restricted access Playing God: The Bible on the Broadway Stage by Henry Bial (review)
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Playing God: The Bible on the Broadway Stage. By Henry Bial. Ann Arbor: University of Michigan Press, 2015. Cloth $80.00; Paper $29.95; eBook $29.95. 260 pages.

The history of religious stories appearing on stage is a lengthy one, from Purim plays and the Oberammergau passion play all the way back to ancient Greek tragedies, and perhaps even earlier. Yet the history of adaptations of the Bible on Broadway is relatively brief, spanning little more than a century. In Playing God: The Bible on the Broadway Stage, Henry Bial delves into this history, exploring the aesthetic and theological challenges addressed by these productions. The book convincingly demonstrates that while adapting these biblical texts has frequently been appealing to artists, doing so successfully requires artists to nimbly negotiate a perceived distance between the sacred space of religion and the secular commercialism of Broadway. Bial's captivating argument is that to succeed, biblical shows on Broadway must balance "four 'performance strategies' that can, under the right conditions, overcome the crisis of representation and help performers and spectators achieve moments of transcendence: spectacle, sincerity, authenticity, and irony" (27). Many of the productions discussed in the book successfully accomplish this, "captur[ing] the imagination and approval of audiences and critics, secular theatergoers and spectators of faith" (174); however, Bial also examines works that failed to achieve critical or financial success. The examples Bial draws upon, including (Pulitzer) prize-winning dramas, popular musicals, as well as lesser-known works, allow him to convincingly pursue his argument while demonstrating his masterful archival research.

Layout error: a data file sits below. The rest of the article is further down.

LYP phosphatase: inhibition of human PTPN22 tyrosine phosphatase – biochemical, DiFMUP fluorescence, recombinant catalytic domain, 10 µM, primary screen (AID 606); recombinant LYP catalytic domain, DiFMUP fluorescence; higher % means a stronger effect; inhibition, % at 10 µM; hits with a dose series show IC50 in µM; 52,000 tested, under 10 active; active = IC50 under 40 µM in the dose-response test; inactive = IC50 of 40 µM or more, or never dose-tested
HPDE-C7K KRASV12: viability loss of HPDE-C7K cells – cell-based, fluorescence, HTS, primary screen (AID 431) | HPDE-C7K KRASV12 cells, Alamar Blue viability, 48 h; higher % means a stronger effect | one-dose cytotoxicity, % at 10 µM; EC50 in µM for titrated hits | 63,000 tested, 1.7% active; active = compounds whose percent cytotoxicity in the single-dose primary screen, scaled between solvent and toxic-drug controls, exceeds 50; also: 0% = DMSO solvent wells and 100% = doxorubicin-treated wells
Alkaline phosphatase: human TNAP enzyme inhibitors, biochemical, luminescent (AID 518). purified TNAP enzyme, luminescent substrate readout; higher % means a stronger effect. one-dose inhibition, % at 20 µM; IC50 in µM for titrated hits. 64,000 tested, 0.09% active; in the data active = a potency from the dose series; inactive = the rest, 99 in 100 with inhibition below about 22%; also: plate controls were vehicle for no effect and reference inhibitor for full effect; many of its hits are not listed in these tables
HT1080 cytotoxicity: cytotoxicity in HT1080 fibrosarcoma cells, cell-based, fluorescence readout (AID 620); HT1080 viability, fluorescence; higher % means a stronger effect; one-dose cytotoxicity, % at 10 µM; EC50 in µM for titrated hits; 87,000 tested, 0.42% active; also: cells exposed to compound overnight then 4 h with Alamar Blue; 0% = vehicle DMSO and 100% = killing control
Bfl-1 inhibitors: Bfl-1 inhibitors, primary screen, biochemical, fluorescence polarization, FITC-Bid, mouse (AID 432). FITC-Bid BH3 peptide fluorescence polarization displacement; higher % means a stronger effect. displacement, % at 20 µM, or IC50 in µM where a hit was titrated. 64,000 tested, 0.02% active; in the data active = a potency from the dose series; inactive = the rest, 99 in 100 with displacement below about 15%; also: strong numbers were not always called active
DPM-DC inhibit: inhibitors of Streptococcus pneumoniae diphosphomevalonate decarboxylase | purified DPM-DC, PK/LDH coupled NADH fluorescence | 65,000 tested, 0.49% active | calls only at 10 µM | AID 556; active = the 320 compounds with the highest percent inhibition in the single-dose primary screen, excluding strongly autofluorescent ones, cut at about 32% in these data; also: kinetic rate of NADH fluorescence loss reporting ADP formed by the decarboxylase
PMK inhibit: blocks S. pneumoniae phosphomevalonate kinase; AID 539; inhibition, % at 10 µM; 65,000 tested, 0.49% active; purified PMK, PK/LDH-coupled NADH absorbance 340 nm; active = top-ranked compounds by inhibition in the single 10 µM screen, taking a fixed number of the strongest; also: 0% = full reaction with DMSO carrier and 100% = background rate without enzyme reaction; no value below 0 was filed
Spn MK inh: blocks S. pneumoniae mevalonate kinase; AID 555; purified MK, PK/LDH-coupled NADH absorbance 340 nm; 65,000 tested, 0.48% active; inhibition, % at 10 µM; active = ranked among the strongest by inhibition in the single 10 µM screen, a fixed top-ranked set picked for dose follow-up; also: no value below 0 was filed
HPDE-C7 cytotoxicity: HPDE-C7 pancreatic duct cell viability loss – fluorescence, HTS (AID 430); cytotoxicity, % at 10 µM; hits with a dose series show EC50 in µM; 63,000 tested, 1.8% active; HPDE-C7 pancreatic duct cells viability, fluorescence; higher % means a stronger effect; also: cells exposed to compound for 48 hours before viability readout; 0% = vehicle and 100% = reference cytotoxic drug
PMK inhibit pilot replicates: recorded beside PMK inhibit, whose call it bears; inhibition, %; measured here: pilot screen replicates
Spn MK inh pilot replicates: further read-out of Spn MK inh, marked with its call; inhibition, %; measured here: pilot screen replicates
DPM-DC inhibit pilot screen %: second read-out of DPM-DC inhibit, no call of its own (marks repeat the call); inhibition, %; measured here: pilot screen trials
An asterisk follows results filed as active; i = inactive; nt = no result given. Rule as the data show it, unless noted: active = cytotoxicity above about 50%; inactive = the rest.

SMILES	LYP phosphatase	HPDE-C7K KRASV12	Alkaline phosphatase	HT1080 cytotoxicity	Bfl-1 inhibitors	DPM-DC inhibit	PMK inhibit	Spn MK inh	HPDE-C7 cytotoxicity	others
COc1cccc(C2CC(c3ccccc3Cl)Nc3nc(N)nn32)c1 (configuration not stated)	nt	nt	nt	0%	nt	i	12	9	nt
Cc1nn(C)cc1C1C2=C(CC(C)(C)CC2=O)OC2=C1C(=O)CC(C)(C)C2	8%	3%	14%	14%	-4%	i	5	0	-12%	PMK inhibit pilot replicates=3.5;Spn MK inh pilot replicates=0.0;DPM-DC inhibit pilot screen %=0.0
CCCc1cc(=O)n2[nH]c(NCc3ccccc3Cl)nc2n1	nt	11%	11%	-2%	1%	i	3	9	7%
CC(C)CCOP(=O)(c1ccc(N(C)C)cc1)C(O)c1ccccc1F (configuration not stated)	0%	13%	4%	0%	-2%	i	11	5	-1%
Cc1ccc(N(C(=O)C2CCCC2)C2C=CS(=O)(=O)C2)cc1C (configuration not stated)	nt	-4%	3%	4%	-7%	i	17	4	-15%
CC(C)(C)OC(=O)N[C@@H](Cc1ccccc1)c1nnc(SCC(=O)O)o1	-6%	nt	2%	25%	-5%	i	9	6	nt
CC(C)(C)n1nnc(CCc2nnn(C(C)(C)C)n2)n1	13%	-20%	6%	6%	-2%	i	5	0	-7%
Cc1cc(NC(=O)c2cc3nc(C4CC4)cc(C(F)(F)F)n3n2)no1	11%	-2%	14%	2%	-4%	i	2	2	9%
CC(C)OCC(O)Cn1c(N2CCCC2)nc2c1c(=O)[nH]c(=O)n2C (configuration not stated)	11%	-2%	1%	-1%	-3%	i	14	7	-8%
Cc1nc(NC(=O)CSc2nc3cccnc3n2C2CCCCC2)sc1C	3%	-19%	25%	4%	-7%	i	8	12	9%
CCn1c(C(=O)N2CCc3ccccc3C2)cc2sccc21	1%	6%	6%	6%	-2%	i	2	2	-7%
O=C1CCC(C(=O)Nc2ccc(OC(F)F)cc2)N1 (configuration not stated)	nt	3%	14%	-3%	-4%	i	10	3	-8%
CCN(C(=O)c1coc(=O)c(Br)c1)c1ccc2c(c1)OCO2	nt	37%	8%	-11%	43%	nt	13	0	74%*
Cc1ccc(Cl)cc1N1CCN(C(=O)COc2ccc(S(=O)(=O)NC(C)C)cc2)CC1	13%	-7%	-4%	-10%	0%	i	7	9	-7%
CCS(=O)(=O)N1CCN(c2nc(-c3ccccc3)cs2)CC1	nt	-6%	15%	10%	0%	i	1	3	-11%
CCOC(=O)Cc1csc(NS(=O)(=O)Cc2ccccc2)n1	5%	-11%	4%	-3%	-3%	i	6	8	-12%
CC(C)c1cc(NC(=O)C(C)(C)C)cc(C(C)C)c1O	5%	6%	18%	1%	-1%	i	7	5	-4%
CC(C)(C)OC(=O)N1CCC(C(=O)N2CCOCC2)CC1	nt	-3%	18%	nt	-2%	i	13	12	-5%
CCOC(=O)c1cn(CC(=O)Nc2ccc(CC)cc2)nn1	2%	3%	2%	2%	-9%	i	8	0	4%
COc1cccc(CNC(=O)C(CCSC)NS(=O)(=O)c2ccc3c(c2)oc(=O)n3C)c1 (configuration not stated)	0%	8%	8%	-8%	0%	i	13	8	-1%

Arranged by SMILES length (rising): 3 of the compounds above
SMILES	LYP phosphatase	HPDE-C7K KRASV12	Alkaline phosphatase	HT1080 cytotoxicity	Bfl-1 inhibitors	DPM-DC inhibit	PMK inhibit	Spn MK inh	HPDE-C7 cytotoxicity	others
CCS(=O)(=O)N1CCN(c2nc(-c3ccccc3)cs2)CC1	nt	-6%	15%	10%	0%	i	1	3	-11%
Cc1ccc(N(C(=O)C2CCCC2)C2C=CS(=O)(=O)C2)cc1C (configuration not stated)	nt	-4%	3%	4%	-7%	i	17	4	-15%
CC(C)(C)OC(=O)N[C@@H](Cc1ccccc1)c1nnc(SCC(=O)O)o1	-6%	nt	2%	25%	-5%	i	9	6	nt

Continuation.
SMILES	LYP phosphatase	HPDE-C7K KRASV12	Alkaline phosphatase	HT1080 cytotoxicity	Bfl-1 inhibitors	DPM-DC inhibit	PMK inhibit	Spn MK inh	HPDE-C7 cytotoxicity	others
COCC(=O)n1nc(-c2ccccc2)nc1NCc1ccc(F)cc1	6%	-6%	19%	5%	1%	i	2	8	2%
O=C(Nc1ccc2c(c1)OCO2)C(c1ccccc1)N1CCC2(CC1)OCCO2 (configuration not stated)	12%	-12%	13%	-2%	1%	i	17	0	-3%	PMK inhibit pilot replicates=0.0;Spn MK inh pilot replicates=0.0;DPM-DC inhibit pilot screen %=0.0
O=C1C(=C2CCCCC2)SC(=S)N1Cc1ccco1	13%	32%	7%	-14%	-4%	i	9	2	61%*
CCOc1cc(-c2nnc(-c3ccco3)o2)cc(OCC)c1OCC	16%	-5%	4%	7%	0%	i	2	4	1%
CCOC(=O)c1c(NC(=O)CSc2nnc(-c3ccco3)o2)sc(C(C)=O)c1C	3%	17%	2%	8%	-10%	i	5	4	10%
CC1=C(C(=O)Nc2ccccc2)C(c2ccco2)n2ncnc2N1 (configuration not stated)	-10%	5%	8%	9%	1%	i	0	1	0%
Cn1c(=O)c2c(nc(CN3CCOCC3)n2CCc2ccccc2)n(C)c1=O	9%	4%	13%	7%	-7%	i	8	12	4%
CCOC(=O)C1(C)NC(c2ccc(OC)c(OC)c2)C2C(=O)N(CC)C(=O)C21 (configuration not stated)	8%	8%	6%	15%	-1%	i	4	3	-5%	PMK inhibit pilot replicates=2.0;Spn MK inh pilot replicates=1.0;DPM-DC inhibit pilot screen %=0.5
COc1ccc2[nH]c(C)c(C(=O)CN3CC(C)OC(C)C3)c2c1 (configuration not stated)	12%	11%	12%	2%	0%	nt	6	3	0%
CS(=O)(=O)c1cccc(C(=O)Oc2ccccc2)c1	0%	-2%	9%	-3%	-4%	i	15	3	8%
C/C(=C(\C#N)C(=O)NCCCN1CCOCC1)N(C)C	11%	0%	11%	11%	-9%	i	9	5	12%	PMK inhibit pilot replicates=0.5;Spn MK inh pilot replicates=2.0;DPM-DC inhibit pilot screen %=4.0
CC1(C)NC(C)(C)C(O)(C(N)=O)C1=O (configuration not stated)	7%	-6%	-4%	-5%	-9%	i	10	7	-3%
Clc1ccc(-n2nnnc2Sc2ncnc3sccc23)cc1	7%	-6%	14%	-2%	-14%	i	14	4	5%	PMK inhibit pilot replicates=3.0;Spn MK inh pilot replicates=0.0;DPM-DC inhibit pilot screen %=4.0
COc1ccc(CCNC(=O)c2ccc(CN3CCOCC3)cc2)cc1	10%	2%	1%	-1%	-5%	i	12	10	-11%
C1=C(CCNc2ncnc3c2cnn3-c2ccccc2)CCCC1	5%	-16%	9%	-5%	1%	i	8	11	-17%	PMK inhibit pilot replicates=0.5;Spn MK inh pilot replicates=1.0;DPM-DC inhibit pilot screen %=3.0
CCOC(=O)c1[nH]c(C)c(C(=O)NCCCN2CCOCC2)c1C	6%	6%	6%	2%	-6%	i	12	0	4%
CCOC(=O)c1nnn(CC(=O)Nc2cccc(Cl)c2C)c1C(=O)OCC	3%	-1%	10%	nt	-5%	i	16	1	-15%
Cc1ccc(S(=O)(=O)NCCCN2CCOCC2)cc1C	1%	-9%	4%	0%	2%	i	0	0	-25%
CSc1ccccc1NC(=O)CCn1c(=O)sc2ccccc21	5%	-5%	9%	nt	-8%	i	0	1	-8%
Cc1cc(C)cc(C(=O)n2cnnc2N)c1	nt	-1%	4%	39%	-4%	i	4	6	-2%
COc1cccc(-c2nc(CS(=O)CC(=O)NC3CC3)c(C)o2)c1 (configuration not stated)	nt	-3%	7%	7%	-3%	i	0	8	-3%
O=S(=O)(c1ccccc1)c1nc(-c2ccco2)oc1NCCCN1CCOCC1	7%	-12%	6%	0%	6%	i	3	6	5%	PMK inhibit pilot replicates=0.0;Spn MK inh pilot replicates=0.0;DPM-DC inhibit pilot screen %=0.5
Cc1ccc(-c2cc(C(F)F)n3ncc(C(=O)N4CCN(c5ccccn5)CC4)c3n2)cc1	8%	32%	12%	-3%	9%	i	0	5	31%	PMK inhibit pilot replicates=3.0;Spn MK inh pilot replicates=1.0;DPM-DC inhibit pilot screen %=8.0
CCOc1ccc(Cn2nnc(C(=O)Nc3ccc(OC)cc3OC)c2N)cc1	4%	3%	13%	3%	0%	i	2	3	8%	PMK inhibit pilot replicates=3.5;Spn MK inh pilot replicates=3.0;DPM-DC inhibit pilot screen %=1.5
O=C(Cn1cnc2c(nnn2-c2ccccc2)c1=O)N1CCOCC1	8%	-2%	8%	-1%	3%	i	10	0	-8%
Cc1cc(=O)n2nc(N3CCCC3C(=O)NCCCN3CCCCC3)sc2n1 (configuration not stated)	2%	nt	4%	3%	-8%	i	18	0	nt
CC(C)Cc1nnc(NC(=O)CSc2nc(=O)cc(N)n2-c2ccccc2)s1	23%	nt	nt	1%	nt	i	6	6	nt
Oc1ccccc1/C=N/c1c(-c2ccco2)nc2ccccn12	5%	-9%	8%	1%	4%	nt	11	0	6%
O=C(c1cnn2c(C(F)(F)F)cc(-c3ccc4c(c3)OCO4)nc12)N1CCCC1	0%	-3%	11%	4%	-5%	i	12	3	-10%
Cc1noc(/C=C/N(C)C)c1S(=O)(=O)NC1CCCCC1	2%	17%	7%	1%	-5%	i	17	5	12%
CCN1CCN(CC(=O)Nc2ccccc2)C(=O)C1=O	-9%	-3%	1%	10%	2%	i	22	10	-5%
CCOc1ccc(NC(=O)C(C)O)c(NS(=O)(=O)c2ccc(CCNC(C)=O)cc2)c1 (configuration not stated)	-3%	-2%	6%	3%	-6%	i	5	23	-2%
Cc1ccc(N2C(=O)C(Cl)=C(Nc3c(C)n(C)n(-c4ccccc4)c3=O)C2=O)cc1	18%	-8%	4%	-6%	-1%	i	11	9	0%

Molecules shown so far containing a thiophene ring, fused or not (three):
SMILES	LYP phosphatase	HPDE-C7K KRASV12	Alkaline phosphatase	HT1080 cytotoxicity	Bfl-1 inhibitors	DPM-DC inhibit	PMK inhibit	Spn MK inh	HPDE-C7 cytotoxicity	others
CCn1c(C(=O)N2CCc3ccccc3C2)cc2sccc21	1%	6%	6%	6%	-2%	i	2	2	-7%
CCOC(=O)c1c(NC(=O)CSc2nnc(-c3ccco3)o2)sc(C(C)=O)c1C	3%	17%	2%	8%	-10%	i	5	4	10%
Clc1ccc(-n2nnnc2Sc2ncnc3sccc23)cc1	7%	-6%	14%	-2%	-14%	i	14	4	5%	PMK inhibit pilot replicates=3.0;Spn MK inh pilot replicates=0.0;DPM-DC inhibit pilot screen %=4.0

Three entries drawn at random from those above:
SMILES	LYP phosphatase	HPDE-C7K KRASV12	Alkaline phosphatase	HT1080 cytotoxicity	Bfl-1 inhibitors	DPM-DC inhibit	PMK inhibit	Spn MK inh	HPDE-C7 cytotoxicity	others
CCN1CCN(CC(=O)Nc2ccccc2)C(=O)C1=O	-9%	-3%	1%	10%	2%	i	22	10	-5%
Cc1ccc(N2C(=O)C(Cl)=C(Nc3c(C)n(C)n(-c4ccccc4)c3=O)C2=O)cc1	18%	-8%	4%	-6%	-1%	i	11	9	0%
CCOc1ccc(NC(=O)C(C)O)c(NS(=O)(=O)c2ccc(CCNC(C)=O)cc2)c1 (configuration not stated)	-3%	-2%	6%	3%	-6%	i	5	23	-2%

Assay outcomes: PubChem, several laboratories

As a way of demonstrating how American biblical drama is primarily limited to the last hundred years, Bial opens his book by examining a show that did not even reach Broadway, Salmi Morse's The Passion, which was prevented from opening in New York in the 1880s by religious protests and legal injunctions. In his introductory chapter, "Faith-Based Initiatives," Bial utilizes this example in order to helpfully define the many theoretical terms that guide his book, especially spectacle: "those elements of a performance—lights, bodies, scenic elements—that exceed the written text" (27), authenticity: "an element of the performance that is perceived as real rather than representational" (28), sincerity: or "consistency between one's professed beliefs and one's actual behavior" (29) and irony: a "form of humor or critique" that "prizes contradiction" (29). He also explores the vexed question of what constitutes a "faithful adaptation" when faith itself can be such a central question for artists, audience members, and critics; Bial notes that "the term 'faithful adaptation' is a telling one—it speaks to the quasi-sacred status of the source text" (21) even when that source text is not a holy book.

The remaining chapters are devoted to specific examples of biblical adaptations on Broadway. In chapter two, "Ben-Hur, Biblical Fan Fiction," Bial creatively uses [End Page 172] an anachronistic term that comes from science fiction fandom to argue that the spectacle present in the 1899 theatrical adaptation of Lew Wallace's 1880 novel "cannot be so easily divorced from its religious subject matter" (36). Drawing upon Amy Hughes's Spectacles of Reform to argue for the social power of theatrical spectacle, Bial effectively asserts that the show's spectacle (real horses running onstage on treadmills, real dust during the chariot race) created a feeling of authenticity that "opens the spectator to the possibility of transcendence" (51). The next chapter, "In the Beginning," focuses on adaptations of the Book of Genesis, most notably Mark Connelly's 1930 Pulitzer-prize winning drama The Green Pastures, which featured an all-black cast. The production of Connelly's play was the first to put God the Father on a Broadway stage—and he was embodied by a black man. Bial compellingly argues that the play relied on "sincerity and simplicity" (77) to create a perception of authenticity, and was a major success with critics and audiences, as well as a crucial moment for "theater, religion, and race relations" (65) in the United States. The following two chapters, "These are the Generations of Noah" and "Why do the Religious Suffer" examine the stories of Noah and Job...


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